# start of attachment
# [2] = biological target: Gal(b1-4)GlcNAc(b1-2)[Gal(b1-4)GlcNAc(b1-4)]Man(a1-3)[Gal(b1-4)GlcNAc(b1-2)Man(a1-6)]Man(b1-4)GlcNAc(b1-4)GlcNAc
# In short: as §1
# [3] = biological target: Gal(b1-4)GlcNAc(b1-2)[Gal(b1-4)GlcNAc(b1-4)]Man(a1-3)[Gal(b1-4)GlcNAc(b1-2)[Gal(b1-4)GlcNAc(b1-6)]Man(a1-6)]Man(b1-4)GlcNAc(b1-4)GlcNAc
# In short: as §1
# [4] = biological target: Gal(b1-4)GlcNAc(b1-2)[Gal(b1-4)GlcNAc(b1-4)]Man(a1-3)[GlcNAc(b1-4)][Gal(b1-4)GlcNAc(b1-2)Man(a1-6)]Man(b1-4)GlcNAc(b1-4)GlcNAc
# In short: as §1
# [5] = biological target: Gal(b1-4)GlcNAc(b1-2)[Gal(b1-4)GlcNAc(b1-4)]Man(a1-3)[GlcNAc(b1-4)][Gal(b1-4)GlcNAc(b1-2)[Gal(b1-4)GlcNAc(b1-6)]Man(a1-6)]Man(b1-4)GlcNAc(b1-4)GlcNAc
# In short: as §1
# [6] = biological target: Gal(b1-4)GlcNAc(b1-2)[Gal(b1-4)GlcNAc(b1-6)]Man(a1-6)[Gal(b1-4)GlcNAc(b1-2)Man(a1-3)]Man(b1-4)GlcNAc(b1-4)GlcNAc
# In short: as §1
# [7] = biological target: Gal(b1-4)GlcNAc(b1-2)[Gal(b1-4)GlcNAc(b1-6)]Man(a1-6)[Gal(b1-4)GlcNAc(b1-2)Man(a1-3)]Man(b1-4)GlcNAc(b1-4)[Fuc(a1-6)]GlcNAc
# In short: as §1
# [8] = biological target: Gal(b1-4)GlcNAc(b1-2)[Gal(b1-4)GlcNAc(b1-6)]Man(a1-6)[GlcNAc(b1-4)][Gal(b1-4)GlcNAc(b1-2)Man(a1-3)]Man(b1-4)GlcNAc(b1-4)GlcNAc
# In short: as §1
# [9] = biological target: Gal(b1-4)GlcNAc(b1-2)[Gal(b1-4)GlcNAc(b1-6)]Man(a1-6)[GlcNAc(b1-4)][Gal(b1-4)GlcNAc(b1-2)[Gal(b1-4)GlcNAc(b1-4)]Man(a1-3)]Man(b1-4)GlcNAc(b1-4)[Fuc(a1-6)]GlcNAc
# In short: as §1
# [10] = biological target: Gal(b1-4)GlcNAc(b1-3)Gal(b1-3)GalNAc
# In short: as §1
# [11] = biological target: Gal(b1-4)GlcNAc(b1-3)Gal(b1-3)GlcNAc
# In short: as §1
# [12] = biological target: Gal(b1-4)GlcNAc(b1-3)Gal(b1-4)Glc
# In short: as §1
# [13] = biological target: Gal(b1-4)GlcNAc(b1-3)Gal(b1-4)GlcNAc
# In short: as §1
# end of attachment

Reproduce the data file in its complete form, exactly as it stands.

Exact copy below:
# [2] = biological target: Gal(b1-4)GlcNAc(b1-2)[Gal(b1-4)GlcNAc(b1-4)]Man(a1-3)[Gal(b1-4)GlcNAc(b1-2)Man(a1-6)]Man(b1-4)GlcNAc(b1-4)GlcNAc
# In short: as §1
# [3] = biological target: Gal(b1-4)GlcNAc(b1-2)[Gal(b1-4)GlcNAc(b1-4)]Man(a1-3)[Gal(b1-4)GlcNAc(b1-2)[Gal(b1-4)GlcNAc(b1-6)]Man(a1-6)]Man(b1-4)GlcNAc(b1-4)GlcNAc
# In short: as §1
# [4] = biological target: Gal(b1-4)GlcNAc(b1-2)[Gal(b1-4)GlcNAc(b1-4)]Man(a1-3)[GlcNAc(b1-4)][Gal(b1-4)GlcNAc(b1-2)Man(a1-6)]Man(b1-4)GlcNAc(b1-4)GlcNAc
# In short: as §1
# [5] = biological target: Gal(b1-4)GlcNAc(b1-2)[Gal(b1-4)GlcNAc(b1-4)]Man(a1-3)[GlcNAc(b1-4)][Gal(b1-4)GlcNAc(b1-2)[Gal(b1-4)GlcNAc(b1-6)]Man(a1-6)]Man(b1-4)GlcNAc(b1-4)GlcNAc
# In short: as §1
# [6] = biological target: Gal(b1-4)GlcNAc(b1-2)[Gal(b1-4)GlcNAc(b1-6)]Man(a1-6)[Gal(b1-4)GlcNAc(b1-2)Man(a1-3)]Man(b1-4)GlcNAc(b1-4)GlcNAc
# In short: as §1
# [7] = biological target: Gal(b1-4)GlcNAc(b1-2)[Gal(b1-4)GlcNAc(b1-6)]Man(a1-6)[Gal(b1-4)GlcNAc(b1-2)Man(a1-3)]Man(b1-4)GlcNAc(b1-4)[Fuc(a1-6)]GlcNAc
# In short: as §1
# [8] = biological target: Gal(b1-4)GlcNAc(b1-2)[Gal(b1-4)GlcNAc(b1-6)]Man(a1-6)[GlcNAc(b1-4)][Gal(b1-4)GlcNAc(b1-2)Man(a1-3)]Man(b1-4)GlcNAc(b1-4)GlcNAc
# In short: as §1
# [9] = biological target: Gal(b1-4)GlcNAc(b1-2)[Gal(b1-4)GlcNAc(b1-6)]Man(a1-6)[GlcNAc(b1-4)][Gal(b1-4)GlcNAc(b1-2)[Gal(b1-4)GlcNAc(b1-4)]Man(a1-3)]Man(b1-4)GlcNAc(b1-4)[Fuc(a1-6)]GlcNAc
# In short: as §1
# [10] = biological target: Gal(b1-4)GlcNAc(b1-3)Gal(b1-3)GalNAc
# In short: as §1
# [11] = biological target: Gal(b1-4)GlcNAc(b1-3)Gal(b1-3)GlcNAc
# In short: as §1
# [12] = biological target: Gal(b1-4)GlcNAc(b1-3)Gal(b1-4)Glc
# In short: as §1
# [13] = biological target: Gal(b1-4)GlcNAc(b1-3)Gal(b1-4)GlcNAc
# In short: as §1